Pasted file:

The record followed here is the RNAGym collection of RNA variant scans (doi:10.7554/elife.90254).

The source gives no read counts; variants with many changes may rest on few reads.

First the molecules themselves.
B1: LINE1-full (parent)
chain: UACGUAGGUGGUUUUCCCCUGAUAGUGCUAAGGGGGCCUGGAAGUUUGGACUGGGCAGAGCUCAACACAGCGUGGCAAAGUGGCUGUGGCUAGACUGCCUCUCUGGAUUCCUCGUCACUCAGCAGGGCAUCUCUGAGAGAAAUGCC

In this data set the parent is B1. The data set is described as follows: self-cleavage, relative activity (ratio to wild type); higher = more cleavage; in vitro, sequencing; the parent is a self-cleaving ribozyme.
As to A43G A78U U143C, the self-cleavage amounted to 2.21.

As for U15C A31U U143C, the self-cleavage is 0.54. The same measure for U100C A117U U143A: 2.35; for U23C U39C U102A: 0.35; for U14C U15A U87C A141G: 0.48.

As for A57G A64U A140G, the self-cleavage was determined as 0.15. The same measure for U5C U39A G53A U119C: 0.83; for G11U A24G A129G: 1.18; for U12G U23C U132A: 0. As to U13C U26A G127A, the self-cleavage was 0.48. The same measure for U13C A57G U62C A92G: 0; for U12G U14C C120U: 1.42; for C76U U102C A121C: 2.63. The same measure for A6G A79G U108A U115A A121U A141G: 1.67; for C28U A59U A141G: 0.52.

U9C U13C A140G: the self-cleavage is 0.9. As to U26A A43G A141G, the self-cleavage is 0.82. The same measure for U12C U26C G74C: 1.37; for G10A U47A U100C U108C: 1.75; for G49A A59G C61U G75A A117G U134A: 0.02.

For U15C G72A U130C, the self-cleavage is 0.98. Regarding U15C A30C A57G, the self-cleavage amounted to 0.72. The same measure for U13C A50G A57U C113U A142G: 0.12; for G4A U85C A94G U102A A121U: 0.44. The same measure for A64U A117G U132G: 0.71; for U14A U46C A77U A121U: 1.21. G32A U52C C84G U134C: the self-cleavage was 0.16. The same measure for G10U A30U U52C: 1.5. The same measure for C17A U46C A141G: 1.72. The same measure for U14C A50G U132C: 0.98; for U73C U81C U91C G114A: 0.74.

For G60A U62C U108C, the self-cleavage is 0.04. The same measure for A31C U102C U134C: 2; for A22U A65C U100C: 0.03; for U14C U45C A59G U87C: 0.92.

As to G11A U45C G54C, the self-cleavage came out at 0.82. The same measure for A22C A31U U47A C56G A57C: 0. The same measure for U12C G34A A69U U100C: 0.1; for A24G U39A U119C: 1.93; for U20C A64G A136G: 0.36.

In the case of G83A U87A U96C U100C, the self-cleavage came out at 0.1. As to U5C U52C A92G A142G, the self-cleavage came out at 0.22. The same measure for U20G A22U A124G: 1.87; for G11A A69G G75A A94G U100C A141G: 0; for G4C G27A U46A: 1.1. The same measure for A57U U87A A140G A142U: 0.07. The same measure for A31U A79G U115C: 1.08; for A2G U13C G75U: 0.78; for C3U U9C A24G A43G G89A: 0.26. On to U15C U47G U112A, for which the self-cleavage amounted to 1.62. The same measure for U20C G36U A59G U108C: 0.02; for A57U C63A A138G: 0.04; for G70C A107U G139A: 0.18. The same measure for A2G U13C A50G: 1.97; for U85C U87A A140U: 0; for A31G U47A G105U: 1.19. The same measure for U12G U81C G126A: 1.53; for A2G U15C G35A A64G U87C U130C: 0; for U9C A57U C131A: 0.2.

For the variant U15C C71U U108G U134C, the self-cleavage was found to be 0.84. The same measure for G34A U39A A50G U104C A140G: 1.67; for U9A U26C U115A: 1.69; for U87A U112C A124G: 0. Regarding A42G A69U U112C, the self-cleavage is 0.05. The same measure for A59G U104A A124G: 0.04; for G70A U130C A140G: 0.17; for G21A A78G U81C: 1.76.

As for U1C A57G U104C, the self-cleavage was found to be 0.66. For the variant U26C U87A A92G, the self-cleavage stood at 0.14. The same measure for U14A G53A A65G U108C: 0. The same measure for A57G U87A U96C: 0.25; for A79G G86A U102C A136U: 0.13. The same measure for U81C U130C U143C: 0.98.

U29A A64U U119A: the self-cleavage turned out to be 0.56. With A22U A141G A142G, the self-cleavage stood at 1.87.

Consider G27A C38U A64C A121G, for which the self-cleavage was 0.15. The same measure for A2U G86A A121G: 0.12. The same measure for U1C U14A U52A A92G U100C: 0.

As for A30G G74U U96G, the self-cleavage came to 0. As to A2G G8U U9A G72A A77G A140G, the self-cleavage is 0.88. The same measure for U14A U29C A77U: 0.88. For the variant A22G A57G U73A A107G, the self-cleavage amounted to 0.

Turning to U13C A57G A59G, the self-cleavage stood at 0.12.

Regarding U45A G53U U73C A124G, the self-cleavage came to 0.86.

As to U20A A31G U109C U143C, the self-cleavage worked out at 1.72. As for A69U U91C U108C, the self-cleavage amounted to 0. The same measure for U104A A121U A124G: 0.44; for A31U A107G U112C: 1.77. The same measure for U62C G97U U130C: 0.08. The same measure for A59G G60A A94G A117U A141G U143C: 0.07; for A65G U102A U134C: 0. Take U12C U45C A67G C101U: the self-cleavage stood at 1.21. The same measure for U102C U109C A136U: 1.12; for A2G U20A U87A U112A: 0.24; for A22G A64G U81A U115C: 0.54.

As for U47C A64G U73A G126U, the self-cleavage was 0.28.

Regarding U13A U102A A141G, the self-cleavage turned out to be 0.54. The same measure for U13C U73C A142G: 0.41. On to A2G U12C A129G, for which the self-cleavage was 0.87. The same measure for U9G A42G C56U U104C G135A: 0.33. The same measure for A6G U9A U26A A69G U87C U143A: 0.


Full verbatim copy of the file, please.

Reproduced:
The record followed here is the RNAGym collection of RNA variant scans (doi:10.7554/elife.90254).

The source gives no read counts; variants with many changes may rest on few reads.

First the molecules themselves.
B1: LINE1-full (parent)
chain: UACGUAGGUGGUUUUCCCCUGAUAGUGCUAAGGGGGCCUGGAAGUUUGGACUGGGCAGAGCUCAACACAGCGUGGCAAAGUGGCUGUGGCUAGACUGCCUCUCUGGAUUCCUCGUCACUCAGCAGGGCAUCUCUGAGAGAAAUGCC

In this data set the parent is B1. The data set is described as follows: self-cleavage, relative activity (ratio to wild type); higher = more cleavage; in vitro, sequencing; the parent is a self-cleaving ribozyme.
As to A43G A78U U143C, the self-cleavage amounted to 2.21.

As for U15C A31U U143C, the self-cleavage is 0.54. The same measure for U100C A117U U143A: 2.35; for U23C U39C U102A: 0.35; for U14C U15A U87C A141G: 0.48.

As for A57G A64U A140G, the self-cleavage was determined as 0.15. The same measure for U5C U39A G53A U119C: 0.83; for G11U A24G A129G: 1.18; for U12G U23C U132A: 0. As to U13C U26A G127A, the self-cleavage was 0.48. The same measure for U13C A57G U62C A92G: 0; for U12G U14C C120U: 1.42; for C76U U102C A121C: 2.63. The same measure for A6G A79G U108A U115A A121U A141G: 1.67; for C28U A59U A141G: 0.52.

U9C U13C A140G: the self-cleavage is 0.9. As to U26A A43G A141G, the self-cleavage is 0.82. The same measure for U12C U26C G74C: 1.37; for G10A U47A U100C U108C: 1.75; for G49A A59G C61U G75A A117G U134A: 0.02.

For U15C G72A U130C, the self-cleavage is 0.98. Regarding U15C A30C A57G, the self-cleavage amounted to 0.72. The same measure for U13C A50G A57U C113U A142G: 0.12; for G4A U85C A94G U102A A121U: 0.44. The same measure for A64U A117G U132G: 0.71; for U14A U46C A77U A121U: 1.21. G32A U52C C84G U134C: the self-cleavage was 0.16. The same measure for G10U A30U U52C: 1.5. The same measure for C17A U46C A141G: 1.72. The same measure for U14C A50G U132C: 0.98; for U73C U81C U91C G114A: 0.74.

For G60A U62C U108C, the self-cleavage is 0.04. The same measure for A31C U102C U134C: 2; for A22U A65C U100C: 0.03; for U14C U45C A59G U87C: 0.92.

As to G11A U45C G54C, the self-cleavage came out at 0.82. The same measure for A22C A31U U47A C56G A57C: 0. The same measure for U12C G34A A69U U100C: 0.1; for A24G U39A U119C: 1.93; for U20C A64G A136G: 0.36.

In the case of G83A U87A U96C U100C, the self-cleavage came out at 0.1. As to U5C U52C A92G A142G, the self-cleavage came out at 0.22. The same measure for U20G A22U A124G: 1.87; for G11A A69G G75A A94G U100C A141G: 0; for G4C G27A U46A: 1.1. The same measure for A57U U87A A140G A142U: 0.07. The same measure for A31U A79G U115C: 1.08; for A2G U13C G75U: 0.78; for C3U U9C A24G A43G G89A: 0.26. On to U15C U47G U112A, for which the self-cleavage amounted to 1.62. The same measure for U20C G36U A59G U108C: 0.02; for A57U C63A A138G: 0.04; for G70C A107U G139A: 0.18. The same measure for A2G U13C A50G: 1.97; for U85C U87A A140U: 0; for A31G U47A G105U: 1.19. The same measure for U12G U81C G126A: 1.53; for A2G U15C G35A A64G U87C U130C: 0; for U9C A57U C131A: 0.2.

For the variant U15C C71U U108G U134C, the self-cleavage was found to be 0.84. The same measure for G34A U39A A50G U104C A140G: 1.67; for U9A U26C U115A: 1.69; for U87A U112C A124G: 0. Regarding A42G A69U U112C, the self-cleavage is 0.05. The same measure for A59G U104A A124G: 0.04; for G70A U130C A140G: 0.17; for G21A A78G U81C: 1.76.

As for U1C A57G U104C, the self-cleavage was found to be 0.66. For the variant U26C U87A A92G, the self-cleavage stood at 0.14. The same measure for U14A G53A A65G U108C: 0. The same measure for A57G U87A U96C: 0.25; for A79G G86A U102C A136U: 0.13. The same measure for U81C U130C U143C: 0.98.

U29A A64U U119A: the self-cleavage turned out to be 0.56. With A22U A141G A142G, the self-cleavage stood at 1.87.

Consider G27A C38U A64C A121G, for which the self-cleavage was 0.15. The same measure for A2U G86A A121G: 0.12. The same measure for U1C U14A U52A A92G U100C: 0.

As for A30G G74U U96G, the self-cleavage came to 0. As to A2G G8U U9A G72A A77G A140G, the self-cleavage is 0.88. The same measure for U14A U29C A77U: 0.88. For the variant A22G A57G U73A A107G, the self-cleavage amounted to 0.

Turning to U13C A57G A59G, the self-cleavage stood at 0.12.

Regarding U45A G53U U73C A124G, the self-cleavage came to 0.86.

As to U20A A31G U109C U143C, the self-cleavage worked out at 1.72. As for A69U U91C U108C, the self-cleavage amounted to 0. The same measure for U104A A121U A124G: 0.44; for A31U A107G U112C: 1.77. The same measure for U62C G97U U130C: 0.08. The same measure for A59G G60A A94G A117U A141G U143C: 0.07; for A65G U102A U134C: 0. Take U12C U45C A67G C101U: the self-cleavage stood at 1.21. The same measure for U102C U109C A136U: 1.12; for A2G U20A U87A U112A: 0.24; for A22G A64G U81A U115C: 0.54.

As for U47C A64G U73A G126U, the self-cleavage was 0.28.

Regarding U13A U102A A141G, the self-cleavage turned out to be 0.54. The same measure for U13C U73C A142G: 0.41. On to A2G U12C A129G, for which the self-cleavage was 0.87. The same measure for U9G A42G C56U U104C G135A: 0.33. The same measure for A6G U9A U26A A69G U87C U143A: 0.